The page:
Whitewater Lake Chorus

Whitewater Lake (Canadian Important Bird Area) from walkenshawplace.netEvery so often, I stumble upon a dawn chorus so rich and vibrant that I am awestruck by the remarkable diversity of sounds and the way they combine to create a well-rounded soundscape.

Such was the case on the morning of June 4, 1993. I was visiting Whitewater Lake, a “Canadian Important Bird Area” located in southwestern Manitoba. In the darkness, I drove to Sexton Island, along the north shore of the lake. I stepped out of my van at first light (5:30am) and the dawn chorus flooded over me like a wave. I was at prairie’s edge, with a large patch of tangled shrubs and small trees in front of me. I scrambled to set up my microphone and managed to capture twelve exquisite minutes before a prop plane ended my effort. Here is a sample:

Rich dawn chorus, 5:30am, 4 June 1993, Sexton Island, along north shore of Whitewater Lake near Boissevain in southwestern Manitoba. Recording © Lang Elliott.

What makes this recording so special? First, there is a wonderful diversity of songbird sounds, ranging from as low as 1000 Hz all the way up to 8000 Hz (and sometimes beyond). Listen for the songs and calls of Gray Catbird, Eastern Kingbird, Western Kingbird, Clay-colored Sparrow, a prominent warbler (what species it that anyway?), Red-winged Blackbird, and more. The lower frequency range, from 500-1000 Hz, is also full of sound. Mourning Doves coo throughout. Woodpeckers drum periodically. Listen closely and you’ll hear the soft grunts of Sharp-tailed Grouse.

photo of Lang ElliottThis is a busy chorus, for sure, but I find it supremely enjoyable. It so full of life and vigor—nature bubbling over with sound—a powerful expression of health and vitality. In the dead of winter, it is difficult to fathom that a scraggly patch of brush holds such promise, such sweetness, the music of nature at its very best.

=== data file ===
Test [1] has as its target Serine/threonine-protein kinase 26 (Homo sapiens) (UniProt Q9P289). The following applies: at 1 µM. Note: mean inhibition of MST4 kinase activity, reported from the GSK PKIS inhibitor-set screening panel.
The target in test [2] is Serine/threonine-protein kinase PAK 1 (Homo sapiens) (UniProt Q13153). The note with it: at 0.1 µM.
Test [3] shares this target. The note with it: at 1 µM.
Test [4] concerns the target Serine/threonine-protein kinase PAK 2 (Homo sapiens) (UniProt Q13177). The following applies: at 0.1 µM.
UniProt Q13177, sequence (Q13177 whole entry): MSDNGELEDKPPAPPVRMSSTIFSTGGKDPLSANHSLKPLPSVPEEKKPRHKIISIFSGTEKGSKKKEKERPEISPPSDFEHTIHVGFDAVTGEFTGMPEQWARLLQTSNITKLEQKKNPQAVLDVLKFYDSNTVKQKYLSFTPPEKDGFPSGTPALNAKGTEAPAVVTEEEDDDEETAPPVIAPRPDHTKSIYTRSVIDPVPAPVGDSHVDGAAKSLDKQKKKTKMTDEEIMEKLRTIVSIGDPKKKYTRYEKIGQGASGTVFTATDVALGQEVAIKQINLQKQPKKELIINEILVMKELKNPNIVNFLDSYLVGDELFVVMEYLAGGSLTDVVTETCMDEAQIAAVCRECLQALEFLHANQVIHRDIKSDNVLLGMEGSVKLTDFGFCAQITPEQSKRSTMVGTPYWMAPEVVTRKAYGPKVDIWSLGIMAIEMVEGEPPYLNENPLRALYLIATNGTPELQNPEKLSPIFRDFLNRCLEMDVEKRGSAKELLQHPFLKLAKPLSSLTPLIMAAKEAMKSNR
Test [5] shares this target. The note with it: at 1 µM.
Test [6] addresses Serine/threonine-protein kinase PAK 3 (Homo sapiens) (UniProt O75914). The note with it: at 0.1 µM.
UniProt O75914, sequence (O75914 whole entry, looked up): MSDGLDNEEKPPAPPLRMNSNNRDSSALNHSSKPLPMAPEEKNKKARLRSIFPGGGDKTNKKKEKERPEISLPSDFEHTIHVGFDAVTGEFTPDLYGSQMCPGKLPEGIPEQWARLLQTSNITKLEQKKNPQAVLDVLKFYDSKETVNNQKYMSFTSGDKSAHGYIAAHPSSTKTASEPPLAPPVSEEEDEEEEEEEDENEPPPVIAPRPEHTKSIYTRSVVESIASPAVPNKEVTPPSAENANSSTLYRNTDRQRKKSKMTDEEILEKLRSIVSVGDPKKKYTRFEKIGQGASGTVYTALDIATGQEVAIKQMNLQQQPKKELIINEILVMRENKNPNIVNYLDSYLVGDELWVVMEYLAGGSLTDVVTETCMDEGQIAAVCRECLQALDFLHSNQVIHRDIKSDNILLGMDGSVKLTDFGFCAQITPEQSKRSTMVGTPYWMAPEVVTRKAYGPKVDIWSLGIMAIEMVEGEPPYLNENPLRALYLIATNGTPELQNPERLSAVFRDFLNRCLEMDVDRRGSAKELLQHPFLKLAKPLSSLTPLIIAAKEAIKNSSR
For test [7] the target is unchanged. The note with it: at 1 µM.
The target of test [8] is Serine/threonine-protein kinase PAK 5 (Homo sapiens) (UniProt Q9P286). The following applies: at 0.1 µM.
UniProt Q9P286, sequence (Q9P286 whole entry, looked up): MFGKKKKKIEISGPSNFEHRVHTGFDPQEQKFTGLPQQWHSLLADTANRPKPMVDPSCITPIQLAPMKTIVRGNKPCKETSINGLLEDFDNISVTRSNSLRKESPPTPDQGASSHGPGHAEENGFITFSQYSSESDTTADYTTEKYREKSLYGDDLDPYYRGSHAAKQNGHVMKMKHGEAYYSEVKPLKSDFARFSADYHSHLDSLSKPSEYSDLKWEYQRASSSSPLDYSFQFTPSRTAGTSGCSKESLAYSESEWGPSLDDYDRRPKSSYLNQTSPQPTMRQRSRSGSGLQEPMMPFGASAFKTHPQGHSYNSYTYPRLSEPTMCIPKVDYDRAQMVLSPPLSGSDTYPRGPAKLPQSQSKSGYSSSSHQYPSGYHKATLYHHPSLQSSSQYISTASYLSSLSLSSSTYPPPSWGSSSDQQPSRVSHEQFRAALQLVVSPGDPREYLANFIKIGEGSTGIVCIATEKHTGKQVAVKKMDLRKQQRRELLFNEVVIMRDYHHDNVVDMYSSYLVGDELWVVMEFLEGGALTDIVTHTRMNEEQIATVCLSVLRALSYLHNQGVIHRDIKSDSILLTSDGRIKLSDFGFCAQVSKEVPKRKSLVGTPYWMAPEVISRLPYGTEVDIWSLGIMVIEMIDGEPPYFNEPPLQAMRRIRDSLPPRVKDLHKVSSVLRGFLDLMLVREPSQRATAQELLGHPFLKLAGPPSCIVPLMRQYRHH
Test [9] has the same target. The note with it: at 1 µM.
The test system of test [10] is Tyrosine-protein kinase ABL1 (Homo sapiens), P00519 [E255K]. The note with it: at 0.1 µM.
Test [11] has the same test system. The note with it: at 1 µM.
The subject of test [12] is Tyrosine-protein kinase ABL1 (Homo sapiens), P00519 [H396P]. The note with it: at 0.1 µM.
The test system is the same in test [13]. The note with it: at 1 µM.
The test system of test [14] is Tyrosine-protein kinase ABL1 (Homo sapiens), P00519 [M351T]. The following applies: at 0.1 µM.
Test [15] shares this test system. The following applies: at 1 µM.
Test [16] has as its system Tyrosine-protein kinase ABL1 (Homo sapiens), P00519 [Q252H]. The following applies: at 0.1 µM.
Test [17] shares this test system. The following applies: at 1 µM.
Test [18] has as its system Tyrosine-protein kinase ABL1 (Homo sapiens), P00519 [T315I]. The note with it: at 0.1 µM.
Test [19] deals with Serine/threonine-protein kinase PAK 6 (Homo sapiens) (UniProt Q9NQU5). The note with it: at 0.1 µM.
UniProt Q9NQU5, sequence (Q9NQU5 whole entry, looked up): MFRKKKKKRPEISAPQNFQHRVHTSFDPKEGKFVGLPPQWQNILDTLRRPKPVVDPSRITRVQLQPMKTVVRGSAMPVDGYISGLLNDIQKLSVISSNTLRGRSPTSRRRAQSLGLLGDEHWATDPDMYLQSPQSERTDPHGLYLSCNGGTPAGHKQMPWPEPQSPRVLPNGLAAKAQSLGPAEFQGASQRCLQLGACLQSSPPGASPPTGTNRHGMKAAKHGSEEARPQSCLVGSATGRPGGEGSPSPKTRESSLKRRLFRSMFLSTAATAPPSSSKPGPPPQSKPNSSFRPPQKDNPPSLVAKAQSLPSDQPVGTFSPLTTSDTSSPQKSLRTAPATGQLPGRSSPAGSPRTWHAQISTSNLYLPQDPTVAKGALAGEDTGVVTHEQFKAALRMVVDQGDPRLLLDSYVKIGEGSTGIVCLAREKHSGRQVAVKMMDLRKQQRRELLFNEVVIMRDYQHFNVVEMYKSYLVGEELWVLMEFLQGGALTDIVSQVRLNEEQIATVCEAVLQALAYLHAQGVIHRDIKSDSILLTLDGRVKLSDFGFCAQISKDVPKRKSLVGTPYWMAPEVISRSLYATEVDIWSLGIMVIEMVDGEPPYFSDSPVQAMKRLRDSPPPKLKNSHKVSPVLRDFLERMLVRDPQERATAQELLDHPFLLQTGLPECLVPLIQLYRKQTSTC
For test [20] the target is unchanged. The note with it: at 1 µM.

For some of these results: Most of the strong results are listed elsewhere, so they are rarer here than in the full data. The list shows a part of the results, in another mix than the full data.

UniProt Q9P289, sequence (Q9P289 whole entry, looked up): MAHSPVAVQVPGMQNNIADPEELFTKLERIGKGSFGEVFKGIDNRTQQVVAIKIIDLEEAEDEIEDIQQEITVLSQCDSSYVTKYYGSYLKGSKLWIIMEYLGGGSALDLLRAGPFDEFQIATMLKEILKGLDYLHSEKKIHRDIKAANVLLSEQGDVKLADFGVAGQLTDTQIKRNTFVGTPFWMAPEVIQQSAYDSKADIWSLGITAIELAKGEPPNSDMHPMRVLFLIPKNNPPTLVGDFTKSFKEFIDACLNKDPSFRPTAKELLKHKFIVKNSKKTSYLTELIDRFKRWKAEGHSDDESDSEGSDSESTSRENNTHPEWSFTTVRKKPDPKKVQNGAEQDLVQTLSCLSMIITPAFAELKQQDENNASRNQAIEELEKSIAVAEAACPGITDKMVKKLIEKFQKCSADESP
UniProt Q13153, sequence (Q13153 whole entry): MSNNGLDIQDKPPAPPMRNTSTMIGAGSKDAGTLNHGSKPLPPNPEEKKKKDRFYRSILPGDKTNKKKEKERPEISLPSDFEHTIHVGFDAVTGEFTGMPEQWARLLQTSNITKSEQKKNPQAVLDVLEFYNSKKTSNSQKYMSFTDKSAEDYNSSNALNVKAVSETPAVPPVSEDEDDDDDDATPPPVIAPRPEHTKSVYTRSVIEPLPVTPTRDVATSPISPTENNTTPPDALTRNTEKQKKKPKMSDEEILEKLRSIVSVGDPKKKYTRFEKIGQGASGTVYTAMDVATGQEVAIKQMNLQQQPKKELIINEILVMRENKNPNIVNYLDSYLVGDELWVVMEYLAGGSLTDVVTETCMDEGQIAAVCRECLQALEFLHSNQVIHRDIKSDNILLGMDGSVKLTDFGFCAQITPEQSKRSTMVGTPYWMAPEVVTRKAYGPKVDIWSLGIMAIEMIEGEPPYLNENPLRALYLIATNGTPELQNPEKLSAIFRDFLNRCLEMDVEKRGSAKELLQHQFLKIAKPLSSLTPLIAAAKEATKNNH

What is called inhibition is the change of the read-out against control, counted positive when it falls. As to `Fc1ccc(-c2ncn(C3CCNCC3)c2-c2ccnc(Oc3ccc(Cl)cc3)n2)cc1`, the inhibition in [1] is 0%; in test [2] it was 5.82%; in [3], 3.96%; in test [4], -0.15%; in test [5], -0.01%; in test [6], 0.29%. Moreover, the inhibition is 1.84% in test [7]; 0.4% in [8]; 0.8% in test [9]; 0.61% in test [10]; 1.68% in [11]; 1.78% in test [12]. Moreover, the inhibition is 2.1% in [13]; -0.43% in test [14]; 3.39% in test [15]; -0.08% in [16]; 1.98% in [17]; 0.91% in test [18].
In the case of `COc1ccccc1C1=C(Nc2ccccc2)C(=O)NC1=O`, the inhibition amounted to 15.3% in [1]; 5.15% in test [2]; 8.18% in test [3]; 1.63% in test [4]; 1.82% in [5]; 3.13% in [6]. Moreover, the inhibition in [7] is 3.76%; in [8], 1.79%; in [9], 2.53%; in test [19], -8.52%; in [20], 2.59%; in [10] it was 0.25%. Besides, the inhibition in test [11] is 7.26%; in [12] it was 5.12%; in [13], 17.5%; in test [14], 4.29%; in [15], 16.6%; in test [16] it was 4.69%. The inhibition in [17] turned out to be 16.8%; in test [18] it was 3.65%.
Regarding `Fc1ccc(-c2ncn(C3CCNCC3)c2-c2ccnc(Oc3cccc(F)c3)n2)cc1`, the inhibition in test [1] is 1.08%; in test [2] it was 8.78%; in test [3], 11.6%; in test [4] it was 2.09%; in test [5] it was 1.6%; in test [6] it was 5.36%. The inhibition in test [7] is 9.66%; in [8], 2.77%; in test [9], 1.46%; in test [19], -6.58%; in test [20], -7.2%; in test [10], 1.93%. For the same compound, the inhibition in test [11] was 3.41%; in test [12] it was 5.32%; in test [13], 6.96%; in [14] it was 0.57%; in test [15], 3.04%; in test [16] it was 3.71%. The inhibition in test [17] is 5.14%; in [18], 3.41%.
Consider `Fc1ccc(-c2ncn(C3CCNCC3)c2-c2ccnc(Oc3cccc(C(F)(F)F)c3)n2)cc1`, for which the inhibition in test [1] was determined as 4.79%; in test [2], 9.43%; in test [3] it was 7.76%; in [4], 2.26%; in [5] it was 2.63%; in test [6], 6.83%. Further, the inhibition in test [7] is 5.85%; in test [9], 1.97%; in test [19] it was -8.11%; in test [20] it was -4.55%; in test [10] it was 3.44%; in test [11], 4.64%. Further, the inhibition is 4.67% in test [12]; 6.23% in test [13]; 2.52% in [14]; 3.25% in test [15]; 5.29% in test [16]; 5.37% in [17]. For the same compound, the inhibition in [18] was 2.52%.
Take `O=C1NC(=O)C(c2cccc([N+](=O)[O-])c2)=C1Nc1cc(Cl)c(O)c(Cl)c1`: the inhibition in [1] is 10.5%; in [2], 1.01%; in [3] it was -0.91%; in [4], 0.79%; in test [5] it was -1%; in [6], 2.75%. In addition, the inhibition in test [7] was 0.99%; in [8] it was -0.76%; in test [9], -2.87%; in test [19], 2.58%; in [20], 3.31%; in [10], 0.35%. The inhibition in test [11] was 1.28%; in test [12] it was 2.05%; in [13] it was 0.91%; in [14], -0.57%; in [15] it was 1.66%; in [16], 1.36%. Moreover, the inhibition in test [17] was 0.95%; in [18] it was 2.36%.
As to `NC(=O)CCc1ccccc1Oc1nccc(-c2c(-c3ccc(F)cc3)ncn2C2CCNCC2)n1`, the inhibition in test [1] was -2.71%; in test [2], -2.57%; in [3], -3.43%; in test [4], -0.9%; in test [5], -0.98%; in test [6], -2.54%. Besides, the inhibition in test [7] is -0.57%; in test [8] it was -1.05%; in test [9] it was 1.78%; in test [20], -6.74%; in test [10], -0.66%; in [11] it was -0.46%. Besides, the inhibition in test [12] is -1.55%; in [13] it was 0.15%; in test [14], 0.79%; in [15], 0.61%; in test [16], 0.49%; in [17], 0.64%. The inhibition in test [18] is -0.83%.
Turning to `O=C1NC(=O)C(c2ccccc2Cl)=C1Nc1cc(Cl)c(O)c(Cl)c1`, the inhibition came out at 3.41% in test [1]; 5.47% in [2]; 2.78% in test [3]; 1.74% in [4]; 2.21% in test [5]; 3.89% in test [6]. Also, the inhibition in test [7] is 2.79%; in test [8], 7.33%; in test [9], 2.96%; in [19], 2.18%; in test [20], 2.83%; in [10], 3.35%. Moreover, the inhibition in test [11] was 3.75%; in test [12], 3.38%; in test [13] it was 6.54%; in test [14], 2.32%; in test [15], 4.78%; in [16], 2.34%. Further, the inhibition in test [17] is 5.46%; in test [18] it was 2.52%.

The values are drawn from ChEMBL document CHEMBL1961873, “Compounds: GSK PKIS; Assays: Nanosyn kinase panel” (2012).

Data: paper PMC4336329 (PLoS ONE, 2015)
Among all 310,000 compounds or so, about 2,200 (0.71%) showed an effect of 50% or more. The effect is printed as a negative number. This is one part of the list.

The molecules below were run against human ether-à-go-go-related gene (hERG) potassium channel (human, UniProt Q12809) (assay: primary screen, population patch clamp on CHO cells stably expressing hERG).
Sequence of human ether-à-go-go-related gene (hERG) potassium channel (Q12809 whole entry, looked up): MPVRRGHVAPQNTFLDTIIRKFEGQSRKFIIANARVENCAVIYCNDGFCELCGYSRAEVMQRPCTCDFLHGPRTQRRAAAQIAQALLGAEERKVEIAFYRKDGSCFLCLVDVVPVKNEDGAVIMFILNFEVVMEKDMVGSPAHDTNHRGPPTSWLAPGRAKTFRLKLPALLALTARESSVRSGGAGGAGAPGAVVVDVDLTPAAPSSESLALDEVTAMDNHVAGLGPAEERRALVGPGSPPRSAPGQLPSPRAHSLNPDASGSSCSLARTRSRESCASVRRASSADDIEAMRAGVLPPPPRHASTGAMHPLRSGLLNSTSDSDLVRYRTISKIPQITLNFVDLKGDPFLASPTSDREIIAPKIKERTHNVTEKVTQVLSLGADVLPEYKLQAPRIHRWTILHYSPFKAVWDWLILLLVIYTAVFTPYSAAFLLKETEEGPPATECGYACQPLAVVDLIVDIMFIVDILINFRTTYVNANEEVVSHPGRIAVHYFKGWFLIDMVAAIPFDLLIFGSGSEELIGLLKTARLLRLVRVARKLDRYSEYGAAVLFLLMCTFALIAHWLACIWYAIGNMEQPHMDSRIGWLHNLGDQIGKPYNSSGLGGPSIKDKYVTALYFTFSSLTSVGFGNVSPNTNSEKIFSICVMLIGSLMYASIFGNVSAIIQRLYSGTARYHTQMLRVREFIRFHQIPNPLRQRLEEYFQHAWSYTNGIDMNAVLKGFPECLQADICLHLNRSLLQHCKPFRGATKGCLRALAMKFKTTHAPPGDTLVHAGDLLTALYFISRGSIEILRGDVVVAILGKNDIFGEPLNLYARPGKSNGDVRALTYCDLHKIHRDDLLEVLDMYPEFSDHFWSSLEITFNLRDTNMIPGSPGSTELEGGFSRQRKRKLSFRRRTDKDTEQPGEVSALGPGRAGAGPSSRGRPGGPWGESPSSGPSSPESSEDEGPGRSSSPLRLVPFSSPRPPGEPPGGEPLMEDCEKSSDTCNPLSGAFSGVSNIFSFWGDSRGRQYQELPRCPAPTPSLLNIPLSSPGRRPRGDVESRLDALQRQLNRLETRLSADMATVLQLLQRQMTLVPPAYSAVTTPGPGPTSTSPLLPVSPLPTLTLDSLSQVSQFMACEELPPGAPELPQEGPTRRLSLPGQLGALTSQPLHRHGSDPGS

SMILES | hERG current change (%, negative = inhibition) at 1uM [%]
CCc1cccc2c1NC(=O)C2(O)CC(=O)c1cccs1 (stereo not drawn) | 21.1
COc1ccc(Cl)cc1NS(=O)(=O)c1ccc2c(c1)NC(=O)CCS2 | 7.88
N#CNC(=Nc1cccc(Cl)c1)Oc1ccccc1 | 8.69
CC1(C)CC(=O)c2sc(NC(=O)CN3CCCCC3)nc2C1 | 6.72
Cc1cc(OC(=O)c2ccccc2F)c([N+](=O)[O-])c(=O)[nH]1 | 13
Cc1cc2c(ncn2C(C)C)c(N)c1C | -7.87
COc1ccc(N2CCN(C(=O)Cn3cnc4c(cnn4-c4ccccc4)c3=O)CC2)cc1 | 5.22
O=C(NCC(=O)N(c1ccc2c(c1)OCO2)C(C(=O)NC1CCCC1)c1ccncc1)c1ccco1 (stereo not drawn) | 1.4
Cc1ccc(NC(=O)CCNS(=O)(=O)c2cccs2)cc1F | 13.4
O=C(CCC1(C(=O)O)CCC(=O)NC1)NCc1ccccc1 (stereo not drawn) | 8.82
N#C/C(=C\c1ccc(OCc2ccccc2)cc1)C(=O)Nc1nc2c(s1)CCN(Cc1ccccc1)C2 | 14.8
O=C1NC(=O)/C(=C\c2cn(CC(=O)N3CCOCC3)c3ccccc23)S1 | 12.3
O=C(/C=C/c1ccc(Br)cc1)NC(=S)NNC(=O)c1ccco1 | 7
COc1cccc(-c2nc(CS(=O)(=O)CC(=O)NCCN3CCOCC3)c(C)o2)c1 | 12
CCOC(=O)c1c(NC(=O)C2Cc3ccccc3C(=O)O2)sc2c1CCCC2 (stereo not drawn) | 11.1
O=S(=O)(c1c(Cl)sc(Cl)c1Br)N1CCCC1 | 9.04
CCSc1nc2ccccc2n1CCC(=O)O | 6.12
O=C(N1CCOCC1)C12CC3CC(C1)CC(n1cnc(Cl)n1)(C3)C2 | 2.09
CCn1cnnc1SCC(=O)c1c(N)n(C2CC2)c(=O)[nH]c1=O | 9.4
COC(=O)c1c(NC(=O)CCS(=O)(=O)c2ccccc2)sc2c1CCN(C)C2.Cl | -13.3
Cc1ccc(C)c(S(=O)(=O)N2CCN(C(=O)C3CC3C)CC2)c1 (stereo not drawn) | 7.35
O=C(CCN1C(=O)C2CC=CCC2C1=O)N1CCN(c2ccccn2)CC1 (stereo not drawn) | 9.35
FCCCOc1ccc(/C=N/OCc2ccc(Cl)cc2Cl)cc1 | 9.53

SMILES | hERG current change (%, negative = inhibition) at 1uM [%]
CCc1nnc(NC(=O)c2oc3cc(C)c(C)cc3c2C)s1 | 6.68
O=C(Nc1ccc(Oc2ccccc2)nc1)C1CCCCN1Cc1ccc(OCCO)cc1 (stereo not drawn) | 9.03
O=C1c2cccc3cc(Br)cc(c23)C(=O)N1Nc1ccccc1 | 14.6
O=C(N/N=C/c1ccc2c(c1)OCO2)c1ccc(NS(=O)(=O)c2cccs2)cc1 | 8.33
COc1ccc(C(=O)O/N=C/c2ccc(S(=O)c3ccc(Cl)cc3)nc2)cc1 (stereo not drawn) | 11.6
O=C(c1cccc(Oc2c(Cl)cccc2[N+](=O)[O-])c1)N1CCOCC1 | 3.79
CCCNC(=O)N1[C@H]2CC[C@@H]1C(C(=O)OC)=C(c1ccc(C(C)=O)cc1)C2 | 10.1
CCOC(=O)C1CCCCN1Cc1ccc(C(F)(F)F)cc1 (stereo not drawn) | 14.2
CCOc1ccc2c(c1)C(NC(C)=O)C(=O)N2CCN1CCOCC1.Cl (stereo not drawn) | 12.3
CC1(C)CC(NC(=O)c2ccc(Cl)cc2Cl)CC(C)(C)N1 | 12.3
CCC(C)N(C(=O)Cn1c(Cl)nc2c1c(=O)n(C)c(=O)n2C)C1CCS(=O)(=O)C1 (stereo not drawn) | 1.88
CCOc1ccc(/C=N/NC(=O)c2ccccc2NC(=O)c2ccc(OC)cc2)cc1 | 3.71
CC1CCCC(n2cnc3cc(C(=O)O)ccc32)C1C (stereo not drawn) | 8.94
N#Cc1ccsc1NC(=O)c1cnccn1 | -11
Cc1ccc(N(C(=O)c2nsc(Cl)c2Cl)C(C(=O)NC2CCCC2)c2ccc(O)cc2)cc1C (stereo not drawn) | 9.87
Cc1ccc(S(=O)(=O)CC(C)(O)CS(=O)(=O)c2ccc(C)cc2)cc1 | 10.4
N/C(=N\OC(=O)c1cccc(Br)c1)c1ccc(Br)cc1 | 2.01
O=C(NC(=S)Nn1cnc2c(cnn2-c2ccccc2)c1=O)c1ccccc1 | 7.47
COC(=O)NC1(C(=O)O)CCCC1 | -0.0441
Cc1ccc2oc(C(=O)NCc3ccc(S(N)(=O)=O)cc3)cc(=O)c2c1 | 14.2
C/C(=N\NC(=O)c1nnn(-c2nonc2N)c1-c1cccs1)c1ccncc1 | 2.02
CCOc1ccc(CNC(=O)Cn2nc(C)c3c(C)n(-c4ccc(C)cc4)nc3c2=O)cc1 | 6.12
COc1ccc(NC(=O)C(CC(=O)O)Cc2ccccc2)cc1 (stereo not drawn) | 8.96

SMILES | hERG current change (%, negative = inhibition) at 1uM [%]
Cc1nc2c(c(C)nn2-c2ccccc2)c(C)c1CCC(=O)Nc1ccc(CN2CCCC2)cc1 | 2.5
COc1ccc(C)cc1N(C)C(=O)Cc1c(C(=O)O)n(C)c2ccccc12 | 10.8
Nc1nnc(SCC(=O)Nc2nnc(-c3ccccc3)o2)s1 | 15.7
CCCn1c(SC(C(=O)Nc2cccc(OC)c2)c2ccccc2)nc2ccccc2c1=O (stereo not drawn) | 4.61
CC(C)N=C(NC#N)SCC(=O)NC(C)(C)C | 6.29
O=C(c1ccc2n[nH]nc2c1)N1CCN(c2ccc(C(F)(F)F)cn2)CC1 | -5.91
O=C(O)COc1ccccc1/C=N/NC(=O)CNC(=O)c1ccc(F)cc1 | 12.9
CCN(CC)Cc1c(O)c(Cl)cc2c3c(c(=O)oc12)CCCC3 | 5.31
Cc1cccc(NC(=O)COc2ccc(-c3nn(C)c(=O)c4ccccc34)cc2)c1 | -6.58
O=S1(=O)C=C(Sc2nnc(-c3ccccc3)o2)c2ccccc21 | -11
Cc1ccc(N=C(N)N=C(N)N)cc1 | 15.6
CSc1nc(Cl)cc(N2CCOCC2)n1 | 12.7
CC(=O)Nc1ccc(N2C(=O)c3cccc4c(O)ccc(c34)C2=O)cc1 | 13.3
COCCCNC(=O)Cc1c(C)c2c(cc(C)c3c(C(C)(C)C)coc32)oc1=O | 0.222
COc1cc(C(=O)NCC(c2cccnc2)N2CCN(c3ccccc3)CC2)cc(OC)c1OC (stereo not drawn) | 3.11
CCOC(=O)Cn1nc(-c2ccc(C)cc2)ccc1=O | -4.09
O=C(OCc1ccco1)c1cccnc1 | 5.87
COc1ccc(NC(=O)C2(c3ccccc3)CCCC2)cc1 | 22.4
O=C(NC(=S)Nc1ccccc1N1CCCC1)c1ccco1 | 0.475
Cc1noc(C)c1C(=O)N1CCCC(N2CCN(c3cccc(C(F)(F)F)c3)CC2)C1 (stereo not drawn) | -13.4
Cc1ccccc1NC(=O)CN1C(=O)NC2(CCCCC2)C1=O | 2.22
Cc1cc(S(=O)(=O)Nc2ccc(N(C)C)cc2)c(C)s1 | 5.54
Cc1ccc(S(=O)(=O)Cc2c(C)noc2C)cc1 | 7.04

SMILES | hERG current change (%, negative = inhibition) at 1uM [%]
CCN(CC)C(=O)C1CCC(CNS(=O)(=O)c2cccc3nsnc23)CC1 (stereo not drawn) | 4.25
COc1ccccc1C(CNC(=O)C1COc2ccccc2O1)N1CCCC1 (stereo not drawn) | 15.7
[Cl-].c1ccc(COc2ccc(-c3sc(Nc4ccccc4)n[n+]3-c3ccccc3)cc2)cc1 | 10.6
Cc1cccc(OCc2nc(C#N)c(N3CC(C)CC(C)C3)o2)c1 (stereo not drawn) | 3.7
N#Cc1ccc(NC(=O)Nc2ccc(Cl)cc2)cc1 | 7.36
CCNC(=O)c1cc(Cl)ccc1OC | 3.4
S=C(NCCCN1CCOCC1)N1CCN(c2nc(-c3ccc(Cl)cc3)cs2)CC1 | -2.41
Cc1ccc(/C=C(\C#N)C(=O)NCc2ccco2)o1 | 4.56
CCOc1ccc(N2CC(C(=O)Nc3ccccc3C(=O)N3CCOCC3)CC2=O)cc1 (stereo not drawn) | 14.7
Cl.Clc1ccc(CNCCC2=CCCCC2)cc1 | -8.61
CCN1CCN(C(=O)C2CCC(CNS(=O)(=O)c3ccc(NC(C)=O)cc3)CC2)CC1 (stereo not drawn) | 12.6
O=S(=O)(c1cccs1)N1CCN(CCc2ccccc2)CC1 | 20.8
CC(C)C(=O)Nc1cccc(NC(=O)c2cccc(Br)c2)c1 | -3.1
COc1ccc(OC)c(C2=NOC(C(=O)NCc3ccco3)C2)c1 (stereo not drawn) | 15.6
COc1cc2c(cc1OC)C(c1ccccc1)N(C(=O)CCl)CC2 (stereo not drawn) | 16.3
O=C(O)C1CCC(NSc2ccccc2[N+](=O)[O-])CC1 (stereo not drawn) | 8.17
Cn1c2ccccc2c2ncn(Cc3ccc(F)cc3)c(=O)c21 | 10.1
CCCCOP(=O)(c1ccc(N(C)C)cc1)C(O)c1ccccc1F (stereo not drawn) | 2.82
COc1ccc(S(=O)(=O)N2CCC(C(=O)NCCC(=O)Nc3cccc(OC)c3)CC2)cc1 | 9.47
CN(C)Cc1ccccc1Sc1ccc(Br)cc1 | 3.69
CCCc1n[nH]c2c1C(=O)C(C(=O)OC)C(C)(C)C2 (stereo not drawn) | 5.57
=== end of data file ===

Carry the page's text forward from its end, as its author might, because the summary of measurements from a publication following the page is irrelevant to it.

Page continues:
1. I hear Mourning Doves, House Wrens, a woodpecker, Sharp-Tailed Grouse, Eastern Kingbirds, Western Kingbirds, a Gray Catbird, Clay-Colored Sparrows, Northern Flickers, Yellow Warblers (I think that’s the warbler that’s singing and calling prominently), I think a Blue-Gray Gnatcatcher, and a Sora at the end.

    I saw my lifer Soras yesterday, and in the beginning when we were there (Mintdale Road), we heard one Sora then a few others responded. I saw at least three of them, and I think they were obviously migrating.

  2. Again, a wonderful mix of vocalizations. I would suggest lowering the level of the Mourning Doves just a bit. Right now they are a bit too prominent and take attention away from the rest of the chorus.


  3. What a terrific find. This is nice and rich but very relaxing and enjoyable. I hear a house wren, yellow warbler, and what sounds like a tree swallow ever now and then. I keep listening to it over and over to find things I have missed.
    Very nice.

  4. Hi Lang,

    This is an incredible recording. I am excited about your new year’s resolution and I’m enjoying your soundsacpes immensely!


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